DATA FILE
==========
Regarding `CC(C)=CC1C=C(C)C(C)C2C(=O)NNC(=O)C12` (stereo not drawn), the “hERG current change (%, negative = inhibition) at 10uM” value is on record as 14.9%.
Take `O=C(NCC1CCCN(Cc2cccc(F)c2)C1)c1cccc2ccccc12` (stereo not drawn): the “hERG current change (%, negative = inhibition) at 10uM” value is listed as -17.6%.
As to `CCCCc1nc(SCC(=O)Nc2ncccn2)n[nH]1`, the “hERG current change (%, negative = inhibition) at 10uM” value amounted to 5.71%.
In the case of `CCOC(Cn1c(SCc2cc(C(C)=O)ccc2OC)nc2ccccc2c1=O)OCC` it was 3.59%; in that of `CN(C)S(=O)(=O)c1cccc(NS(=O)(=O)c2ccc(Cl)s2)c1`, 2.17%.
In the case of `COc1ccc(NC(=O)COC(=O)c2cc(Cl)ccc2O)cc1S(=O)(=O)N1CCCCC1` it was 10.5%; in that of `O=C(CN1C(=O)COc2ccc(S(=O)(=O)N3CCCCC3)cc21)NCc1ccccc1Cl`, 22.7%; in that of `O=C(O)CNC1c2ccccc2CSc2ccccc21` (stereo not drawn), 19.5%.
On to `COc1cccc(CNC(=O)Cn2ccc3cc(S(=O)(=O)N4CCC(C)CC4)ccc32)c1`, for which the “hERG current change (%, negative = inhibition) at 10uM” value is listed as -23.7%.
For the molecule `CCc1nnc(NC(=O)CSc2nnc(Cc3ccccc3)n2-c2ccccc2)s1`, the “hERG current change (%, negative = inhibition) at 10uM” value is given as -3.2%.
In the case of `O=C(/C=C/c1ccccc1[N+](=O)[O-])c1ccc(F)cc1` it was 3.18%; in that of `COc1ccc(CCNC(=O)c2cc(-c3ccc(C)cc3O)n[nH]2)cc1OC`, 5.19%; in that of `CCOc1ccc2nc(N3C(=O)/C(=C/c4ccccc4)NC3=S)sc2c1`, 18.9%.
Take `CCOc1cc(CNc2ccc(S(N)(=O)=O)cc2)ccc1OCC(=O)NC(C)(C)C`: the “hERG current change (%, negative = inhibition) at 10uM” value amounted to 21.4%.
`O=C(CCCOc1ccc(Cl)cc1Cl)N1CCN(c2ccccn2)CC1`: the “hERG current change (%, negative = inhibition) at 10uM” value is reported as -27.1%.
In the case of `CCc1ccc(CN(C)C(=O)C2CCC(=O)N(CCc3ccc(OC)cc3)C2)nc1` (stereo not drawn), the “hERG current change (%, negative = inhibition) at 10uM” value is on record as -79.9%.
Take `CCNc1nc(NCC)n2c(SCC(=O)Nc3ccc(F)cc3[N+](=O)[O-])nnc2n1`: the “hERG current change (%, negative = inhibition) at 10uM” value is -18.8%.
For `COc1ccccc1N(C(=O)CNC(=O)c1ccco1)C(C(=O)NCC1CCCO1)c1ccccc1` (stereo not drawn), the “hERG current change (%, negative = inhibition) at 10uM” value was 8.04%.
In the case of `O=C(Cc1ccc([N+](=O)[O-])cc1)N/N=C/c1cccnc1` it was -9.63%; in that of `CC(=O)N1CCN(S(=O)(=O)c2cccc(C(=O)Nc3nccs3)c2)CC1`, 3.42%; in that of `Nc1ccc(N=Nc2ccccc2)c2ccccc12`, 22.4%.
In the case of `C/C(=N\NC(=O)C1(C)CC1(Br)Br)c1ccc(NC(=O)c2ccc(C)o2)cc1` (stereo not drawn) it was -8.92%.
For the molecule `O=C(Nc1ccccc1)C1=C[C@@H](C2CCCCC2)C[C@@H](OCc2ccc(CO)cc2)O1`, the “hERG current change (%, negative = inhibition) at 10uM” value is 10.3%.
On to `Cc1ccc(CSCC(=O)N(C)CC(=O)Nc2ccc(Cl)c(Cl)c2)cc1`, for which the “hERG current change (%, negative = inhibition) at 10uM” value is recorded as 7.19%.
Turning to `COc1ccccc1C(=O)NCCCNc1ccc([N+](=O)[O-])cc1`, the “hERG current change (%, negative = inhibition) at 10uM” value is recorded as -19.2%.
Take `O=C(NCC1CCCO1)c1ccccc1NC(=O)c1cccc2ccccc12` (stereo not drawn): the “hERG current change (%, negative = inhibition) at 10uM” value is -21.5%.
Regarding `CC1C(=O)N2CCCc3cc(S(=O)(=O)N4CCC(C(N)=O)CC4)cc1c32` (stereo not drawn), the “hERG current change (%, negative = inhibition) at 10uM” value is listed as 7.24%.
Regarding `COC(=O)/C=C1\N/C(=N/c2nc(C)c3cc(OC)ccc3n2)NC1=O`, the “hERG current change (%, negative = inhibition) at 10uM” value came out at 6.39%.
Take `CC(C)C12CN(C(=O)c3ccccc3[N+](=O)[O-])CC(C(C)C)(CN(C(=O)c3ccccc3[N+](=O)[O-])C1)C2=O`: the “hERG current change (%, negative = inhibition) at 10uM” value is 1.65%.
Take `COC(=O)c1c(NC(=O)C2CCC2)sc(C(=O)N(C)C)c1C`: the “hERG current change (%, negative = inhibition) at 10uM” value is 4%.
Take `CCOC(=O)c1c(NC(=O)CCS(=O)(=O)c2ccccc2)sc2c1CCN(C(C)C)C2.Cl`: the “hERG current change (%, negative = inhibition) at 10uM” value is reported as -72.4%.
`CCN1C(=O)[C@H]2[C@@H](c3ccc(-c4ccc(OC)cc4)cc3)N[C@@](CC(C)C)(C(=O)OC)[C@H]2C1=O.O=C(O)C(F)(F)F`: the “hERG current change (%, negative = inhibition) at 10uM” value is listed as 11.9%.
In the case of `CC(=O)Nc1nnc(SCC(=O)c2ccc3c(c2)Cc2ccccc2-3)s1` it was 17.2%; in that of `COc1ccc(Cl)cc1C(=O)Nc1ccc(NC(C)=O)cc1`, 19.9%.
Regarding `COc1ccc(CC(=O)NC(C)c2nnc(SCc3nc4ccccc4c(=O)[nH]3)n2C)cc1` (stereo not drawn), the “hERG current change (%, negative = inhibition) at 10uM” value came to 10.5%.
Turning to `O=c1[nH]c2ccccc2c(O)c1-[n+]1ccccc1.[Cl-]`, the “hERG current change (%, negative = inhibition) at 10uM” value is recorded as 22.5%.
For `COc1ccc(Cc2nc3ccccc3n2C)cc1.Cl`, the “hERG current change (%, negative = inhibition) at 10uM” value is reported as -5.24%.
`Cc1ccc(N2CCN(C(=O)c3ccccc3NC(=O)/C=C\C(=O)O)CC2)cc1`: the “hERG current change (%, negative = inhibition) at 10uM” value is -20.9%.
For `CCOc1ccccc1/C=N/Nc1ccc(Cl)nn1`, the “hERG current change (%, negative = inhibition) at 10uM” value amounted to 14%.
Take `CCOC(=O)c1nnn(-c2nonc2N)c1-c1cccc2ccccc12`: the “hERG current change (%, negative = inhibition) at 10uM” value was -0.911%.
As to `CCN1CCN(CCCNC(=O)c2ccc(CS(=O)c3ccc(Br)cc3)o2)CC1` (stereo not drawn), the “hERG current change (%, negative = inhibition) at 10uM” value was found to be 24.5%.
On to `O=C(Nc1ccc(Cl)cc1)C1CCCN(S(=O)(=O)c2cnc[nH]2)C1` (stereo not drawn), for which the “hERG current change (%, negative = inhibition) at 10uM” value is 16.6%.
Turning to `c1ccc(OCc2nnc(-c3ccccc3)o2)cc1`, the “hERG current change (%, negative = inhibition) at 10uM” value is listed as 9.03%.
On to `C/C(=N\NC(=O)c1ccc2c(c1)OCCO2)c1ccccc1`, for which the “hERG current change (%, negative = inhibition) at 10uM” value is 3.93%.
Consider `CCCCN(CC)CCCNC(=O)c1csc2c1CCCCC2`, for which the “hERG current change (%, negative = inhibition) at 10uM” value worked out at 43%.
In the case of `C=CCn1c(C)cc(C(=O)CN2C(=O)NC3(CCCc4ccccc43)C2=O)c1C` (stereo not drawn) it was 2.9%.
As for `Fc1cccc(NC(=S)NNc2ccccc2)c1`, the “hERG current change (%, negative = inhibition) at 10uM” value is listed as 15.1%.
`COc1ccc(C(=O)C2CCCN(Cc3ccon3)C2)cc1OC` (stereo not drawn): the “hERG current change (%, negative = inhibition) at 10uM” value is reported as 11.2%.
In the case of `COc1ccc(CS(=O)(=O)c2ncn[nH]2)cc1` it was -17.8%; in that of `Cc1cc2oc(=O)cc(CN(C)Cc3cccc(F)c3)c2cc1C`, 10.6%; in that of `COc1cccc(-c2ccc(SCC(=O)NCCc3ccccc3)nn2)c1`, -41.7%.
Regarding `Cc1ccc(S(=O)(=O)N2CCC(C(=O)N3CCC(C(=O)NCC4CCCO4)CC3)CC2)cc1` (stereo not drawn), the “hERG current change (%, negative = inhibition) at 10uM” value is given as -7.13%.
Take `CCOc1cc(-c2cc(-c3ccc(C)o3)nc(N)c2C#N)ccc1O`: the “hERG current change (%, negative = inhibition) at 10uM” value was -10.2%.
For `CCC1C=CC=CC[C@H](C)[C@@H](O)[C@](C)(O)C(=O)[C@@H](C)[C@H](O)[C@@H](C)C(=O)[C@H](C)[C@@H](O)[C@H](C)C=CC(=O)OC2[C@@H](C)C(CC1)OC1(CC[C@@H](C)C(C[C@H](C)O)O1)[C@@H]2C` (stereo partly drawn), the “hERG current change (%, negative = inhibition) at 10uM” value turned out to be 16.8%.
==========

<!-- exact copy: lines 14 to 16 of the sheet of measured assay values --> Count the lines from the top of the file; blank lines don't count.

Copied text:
In the case of `O=C(Cc1ccc([N+](=O)[O-])cc1)N/N=C/c1cccnc1` it was -9.63%; in that of `CC(=O)N1CCN(S(=O)(=O)c2cccc(C(=O)Nc3nccs3)c2)CC1`, 3.42%; in that of `Nc1ccc(N=Nc2ccccc2)c2ccccc12`, 22.4%.
In the case of `C/C(=N\NC(=O)C1(C)CC1(Br)Br)c1ccc(NC(=O)c2ccc(C)o2)cc1` (stereo not drawn) it was -8.92%.
For the molecule `O=C(Nc1ccccc1)C1=C[C@@H](C2CCCCC2)C[C@@H](OCc2ccc(CO)cc2)O1`, the “hERG current change (%, negative = inhibition) at 10uM” value is 10.3%.